All of Arnaud's Châteauneuf vines are located in Cabrières, just below Mont Redon. This region is blessed with the best soils of Châteauneuf—round galet stones the size of fists, well-draining sand, and mineral-rich limestone. Vines that have seen close to a century of life in Châteauneuf sit north/west on Arnaud’s vineyard slopes.
Ancient too are the vines Arnaud sources for his "smaller" crus. Some of Arnaud's oldest Grenache vines grow in his vineyards just below Mont Redon. These 100+ year old vines produce incredibly dense fruit that make up his finest Côtes du Rhône and Côtes du Rhône-Villages wines.
Millière’s Merlot vineyards sit right next to his Côtes du Rhône plots. These younger vines grow on sandy, clay-based soils. This region, just north of Cabrières near Orange, is very good for vin de pays. The mistral sweeps through, keeping humidity low, while sandy soils provide good drainage. A "joli terroir de Merlot," says Millière.
Arnaud’s life philosophy is organic—in the fields and in his kitchen, too.
Learn More About Rhone Red Blends
The Rhone region of France has a delightful selection of red varieties. There are 22 grapes allowed in the Rhone AOC, about half of them red. Most of these varieties are used as secondary blending partners, often comprising less than 10% of the blend. The primary red players of Rhone blends are Syrah, Grenache and Mourvèdre. Most wines from the Southern Rhone use Grenache as their primary grape, while Rhone blends in California and Australia like to change up the order, occasionally using a high percentage of Syrah or sometimes Mourvèdre. Wines from the Northern Rhone are Syrah-based, and if not 100% Syrah, the wine may have Viognier blended in for added color and aromatics. Typical wines termed "rhone blends" will have two or more grapes from the Rhone and occasionally, small percentages of the secondary varieties.
Notable Facts Rhone Blends are a wonderful combination of rustic and ripe - showing their flavors and delicious character upon release, although some Rhone wines, particularly those with a good amount of Syrah, are able to age for a few years. Australia's Rhone blends are often called "GSM" or "SGM" - using the initials of the grapes used, the most predominant variety being the first initial. Australia has also had great success with their Northern Rhone Shiraz+Viognier wine styles. You'll find delicious Rhone blends in California as well - the Central Coast and Santa Barbara regions have a similar climate to the Rhone, and the varietals flourish there. South Africa is another blossoming Rhone blend producer. Blends from all regions are good with juicy, gamey meats and food with common French spices, like rosemary or herbs de Provence.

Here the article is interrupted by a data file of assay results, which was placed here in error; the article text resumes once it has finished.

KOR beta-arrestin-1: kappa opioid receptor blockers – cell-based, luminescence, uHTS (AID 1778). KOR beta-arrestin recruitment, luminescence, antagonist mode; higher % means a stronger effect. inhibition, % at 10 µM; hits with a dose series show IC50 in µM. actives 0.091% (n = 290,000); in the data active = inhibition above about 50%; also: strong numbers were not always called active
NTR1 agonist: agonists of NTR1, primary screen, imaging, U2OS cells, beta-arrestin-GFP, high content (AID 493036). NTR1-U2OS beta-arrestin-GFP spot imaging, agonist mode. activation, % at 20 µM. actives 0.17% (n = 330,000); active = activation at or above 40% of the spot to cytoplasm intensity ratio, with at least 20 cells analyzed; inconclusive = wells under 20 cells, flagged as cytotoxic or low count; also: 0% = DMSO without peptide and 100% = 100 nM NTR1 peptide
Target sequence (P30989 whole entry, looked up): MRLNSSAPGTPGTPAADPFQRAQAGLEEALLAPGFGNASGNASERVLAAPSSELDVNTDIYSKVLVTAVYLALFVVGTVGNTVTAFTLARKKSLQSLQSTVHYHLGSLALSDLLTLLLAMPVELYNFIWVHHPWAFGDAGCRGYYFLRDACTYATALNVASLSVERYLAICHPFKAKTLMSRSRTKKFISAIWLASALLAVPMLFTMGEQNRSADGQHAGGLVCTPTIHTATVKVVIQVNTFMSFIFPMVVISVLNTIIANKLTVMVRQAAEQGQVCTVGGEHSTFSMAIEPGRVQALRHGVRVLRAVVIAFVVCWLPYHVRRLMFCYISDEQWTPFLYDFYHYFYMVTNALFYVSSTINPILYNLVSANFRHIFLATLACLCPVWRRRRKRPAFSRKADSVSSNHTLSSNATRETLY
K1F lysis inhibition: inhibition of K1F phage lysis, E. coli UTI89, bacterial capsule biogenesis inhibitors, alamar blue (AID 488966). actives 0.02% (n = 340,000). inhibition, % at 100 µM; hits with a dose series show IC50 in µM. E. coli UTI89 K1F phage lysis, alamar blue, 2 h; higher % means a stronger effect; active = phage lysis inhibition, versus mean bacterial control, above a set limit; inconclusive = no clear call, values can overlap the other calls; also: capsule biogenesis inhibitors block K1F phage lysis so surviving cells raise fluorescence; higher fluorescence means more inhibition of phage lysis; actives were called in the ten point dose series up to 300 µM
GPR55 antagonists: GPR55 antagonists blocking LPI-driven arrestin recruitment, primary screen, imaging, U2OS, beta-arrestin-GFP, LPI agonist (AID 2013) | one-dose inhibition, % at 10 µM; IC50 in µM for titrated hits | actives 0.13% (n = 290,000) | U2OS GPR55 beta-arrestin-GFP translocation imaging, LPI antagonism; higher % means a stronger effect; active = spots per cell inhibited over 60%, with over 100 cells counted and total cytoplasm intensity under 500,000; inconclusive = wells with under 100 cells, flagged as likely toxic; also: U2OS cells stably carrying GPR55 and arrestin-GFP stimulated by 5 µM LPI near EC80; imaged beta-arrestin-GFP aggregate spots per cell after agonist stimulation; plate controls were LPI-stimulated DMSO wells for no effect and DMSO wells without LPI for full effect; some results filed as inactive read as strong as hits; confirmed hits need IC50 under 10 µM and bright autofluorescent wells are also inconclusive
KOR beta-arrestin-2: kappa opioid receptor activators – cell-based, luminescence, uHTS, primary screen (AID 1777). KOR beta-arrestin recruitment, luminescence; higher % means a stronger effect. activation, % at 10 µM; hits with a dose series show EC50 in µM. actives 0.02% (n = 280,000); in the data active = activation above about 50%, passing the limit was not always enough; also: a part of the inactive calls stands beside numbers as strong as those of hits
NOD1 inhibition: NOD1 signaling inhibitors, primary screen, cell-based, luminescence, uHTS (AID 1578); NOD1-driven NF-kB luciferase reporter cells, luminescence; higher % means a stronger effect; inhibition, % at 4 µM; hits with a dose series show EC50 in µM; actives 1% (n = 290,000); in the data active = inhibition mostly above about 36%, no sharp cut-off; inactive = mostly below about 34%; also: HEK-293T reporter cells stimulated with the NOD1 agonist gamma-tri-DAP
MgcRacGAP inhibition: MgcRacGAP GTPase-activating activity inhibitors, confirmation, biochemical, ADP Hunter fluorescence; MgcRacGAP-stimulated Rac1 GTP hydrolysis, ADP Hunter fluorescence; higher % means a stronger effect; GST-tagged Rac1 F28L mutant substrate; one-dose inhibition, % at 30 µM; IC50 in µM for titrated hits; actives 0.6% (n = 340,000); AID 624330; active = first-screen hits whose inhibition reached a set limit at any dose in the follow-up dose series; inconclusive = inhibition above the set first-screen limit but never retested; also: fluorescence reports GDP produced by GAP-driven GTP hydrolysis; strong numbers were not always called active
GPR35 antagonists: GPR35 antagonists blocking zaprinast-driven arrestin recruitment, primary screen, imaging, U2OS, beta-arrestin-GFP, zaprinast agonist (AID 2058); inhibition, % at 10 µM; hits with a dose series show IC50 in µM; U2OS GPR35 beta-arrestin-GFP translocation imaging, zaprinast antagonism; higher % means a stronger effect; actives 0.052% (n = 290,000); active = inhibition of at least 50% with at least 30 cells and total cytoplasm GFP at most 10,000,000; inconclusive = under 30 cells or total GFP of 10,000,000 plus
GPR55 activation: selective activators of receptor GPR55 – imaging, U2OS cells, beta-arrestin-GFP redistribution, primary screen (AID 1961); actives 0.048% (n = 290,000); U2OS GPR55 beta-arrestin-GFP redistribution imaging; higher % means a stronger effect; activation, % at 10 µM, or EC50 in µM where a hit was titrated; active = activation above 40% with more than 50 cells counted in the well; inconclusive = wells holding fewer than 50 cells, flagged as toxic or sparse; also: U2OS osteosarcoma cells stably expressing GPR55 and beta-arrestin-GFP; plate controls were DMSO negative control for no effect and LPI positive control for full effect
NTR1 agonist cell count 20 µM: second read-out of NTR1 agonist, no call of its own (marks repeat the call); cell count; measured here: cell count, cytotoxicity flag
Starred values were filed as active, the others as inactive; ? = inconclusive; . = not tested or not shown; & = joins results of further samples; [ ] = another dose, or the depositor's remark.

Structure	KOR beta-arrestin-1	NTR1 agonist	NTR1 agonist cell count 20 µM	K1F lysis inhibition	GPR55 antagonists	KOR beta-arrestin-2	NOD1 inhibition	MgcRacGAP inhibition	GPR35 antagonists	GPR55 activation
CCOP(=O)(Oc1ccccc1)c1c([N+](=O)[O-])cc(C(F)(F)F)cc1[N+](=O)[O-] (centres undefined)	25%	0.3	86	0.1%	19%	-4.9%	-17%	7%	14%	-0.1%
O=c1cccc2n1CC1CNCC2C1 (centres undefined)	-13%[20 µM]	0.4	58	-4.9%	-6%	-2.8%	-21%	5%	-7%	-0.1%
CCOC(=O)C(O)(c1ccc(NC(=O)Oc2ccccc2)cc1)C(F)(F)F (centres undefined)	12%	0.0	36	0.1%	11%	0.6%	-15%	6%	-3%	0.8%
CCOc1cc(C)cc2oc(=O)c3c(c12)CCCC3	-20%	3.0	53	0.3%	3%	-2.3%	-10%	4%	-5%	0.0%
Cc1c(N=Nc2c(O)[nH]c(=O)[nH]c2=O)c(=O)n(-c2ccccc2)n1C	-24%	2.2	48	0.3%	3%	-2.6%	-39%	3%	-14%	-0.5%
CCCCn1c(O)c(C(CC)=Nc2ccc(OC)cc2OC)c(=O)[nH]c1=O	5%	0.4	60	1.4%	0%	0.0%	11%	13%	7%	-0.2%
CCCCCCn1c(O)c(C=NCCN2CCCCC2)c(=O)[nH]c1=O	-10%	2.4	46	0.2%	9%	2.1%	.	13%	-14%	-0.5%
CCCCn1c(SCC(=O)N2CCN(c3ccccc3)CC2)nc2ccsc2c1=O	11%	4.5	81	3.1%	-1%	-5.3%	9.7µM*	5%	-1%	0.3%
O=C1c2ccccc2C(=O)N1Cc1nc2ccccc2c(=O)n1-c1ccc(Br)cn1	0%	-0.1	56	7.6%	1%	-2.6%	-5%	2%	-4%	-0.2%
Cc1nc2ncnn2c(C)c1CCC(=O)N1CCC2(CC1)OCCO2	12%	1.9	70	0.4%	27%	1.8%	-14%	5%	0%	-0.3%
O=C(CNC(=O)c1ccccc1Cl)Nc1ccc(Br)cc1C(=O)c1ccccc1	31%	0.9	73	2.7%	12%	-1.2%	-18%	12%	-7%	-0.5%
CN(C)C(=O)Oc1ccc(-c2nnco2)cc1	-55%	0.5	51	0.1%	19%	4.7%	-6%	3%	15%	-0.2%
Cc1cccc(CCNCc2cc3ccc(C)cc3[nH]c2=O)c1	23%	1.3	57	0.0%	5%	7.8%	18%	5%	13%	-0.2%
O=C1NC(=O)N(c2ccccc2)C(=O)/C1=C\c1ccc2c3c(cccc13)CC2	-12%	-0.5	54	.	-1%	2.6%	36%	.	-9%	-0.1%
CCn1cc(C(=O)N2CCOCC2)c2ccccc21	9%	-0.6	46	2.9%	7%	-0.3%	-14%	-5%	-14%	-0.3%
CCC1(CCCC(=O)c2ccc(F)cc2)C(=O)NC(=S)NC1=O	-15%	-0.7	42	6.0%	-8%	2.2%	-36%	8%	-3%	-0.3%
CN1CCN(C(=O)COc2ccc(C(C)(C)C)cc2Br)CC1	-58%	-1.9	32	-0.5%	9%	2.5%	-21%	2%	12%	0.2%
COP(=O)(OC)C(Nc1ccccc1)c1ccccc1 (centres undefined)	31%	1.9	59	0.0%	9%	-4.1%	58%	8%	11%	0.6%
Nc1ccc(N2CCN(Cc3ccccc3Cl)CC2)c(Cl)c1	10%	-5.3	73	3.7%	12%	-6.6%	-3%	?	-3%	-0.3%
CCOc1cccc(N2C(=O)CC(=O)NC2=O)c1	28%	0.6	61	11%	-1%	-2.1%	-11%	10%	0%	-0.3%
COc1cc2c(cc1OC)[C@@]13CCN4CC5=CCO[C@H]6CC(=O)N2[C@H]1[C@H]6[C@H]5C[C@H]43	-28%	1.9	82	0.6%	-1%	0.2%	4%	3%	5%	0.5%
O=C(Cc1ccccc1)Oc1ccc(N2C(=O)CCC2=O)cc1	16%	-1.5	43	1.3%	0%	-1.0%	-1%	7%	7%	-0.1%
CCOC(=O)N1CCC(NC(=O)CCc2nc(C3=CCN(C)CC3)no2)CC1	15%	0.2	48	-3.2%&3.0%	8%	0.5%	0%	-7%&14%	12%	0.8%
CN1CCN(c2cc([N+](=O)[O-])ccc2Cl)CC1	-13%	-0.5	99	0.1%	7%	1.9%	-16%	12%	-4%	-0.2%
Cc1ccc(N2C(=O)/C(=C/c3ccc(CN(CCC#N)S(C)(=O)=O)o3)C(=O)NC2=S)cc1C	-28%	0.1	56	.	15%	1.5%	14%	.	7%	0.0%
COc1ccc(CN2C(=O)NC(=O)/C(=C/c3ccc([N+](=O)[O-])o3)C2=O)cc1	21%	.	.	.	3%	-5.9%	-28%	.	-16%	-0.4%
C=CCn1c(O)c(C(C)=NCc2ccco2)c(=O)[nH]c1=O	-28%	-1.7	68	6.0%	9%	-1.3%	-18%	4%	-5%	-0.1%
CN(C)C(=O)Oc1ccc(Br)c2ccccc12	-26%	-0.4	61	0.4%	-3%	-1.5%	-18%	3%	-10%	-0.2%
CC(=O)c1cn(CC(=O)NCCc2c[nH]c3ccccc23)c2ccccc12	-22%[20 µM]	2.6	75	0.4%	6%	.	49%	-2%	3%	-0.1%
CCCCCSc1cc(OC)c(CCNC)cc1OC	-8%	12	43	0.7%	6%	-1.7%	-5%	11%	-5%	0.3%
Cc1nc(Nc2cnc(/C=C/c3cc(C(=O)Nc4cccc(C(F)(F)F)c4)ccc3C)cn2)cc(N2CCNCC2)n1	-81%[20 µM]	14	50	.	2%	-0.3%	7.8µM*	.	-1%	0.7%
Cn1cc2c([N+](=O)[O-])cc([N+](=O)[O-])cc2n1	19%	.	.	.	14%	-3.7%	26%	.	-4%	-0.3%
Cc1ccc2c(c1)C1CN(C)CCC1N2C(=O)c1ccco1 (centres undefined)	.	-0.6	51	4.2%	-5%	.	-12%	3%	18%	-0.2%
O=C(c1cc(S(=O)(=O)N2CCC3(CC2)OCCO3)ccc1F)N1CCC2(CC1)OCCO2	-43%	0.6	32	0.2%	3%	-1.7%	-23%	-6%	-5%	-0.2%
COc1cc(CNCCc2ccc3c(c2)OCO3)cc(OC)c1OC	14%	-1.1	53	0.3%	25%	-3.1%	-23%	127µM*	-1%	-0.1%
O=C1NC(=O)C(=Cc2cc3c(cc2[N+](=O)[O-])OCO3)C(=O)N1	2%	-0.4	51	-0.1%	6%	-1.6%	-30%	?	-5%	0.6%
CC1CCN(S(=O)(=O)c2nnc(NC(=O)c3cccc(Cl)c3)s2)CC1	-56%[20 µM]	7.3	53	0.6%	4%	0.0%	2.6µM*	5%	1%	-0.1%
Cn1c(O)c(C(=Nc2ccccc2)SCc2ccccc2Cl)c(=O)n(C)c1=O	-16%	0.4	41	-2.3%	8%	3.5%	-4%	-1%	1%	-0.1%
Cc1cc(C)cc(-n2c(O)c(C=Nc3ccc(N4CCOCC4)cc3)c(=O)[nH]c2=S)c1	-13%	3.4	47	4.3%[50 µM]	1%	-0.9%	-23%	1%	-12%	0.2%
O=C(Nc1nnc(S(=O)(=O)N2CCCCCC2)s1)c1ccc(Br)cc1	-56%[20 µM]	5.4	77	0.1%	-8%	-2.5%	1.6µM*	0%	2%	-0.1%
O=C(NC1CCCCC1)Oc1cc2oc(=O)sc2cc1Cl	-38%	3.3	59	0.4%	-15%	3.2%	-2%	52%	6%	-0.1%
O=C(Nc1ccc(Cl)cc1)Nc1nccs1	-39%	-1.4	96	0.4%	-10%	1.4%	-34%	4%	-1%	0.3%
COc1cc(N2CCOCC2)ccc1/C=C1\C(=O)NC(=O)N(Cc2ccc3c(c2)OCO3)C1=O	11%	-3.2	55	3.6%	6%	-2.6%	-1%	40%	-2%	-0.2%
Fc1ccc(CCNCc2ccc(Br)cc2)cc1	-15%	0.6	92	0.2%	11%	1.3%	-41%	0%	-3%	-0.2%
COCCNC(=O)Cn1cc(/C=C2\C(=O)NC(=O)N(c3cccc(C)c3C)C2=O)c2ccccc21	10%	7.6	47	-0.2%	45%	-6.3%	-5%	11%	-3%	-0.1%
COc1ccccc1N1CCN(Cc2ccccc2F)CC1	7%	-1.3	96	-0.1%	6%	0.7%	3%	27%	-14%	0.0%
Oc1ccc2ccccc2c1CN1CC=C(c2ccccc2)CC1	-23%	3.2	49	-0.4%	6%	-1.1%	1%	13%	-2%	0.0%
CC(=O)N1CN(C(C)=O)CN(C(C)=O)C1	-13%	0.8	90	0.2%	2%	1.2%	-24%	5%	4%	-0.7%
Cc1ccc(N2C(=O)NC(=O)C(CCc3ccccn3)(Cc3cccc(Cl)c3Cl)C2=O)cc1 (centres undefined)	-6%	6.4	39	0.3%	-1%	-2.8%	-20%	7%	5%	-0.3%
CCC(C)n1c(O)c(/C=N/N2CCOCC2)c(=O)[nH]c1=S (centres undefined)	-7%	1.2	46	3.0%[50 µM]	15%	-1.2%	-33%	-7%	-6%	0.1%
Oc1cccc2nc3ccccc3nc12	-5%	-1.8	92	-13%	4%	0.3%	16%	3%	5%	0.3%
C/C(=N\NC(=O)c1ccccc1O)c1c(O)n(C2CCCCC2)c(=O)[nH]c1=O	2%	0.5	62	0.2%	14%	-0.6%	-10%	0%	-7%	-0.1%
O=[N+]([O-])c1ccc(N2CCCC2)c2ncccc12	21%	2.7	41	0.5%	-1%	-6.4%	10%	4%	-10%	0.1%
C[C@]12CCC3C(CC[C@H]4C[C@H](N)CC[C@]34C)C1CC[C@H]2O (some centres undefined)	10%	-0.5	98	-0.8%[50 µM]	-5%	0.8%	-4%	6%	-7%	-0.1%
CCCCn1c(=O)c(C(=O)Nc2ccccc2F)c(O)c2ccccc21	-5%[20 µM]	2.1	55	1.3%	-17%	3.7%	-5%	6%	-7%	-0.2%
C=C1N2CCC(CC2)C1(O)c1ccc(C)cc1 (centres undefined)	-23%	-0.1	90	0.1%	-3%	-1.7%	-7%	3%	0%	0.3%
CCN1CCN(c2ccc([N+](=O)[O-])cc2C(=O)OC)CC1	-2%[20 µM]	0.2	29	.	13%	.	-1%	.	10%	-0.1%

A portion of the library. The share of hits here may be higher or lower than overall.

Summing it up Successful Sites: Rhone, California, Australia, South Africa
Common Descriptors: Gamey, jammy, blackberry, pepper, leather
Learn More About Cotes du Rhone, Rhone, France
A Cote of Many Grapes
The appellation of Côtes du Rhône encompasses much of the land of the area, not to mention much of the wine – over two-thirds of the wine produced here is of the Côtes-du-Rhône appellation. Wines here need only be from the Côtes de Rhône geographic area (which is fairly large) and consist of one or more of the 22 varieties permitted. Being such a wide classification, it's a surprise and joy that so many of these wines reach such a high quality. While there are areas in the Northern Rhône that meet the classification of Côtes du Rhône, most all of this appellation is in the Southern Rhône. Wines here are based mostly on Grenache, like other Rhône reds, while the whites focus on Marsanne and Roussanne. Viognier is also allowed although typically used in smaller quantities.
There is one higher level in the Côtes du Rhône called Côtes du Rhône Villages. These wines are from specific village areas that have a few more standards the wine must reach to receive the village label. Some to take note of are Cairanne, Rasteau, Seguret and Beaumes-de-Venise. The good thing about both Côtes du Rhône and Côtes du Rhône Villages is that big producers of the smaller appellations are taking the opportunity and freedom offered by this broad appellation and creating wines of very high quality, and lower in price.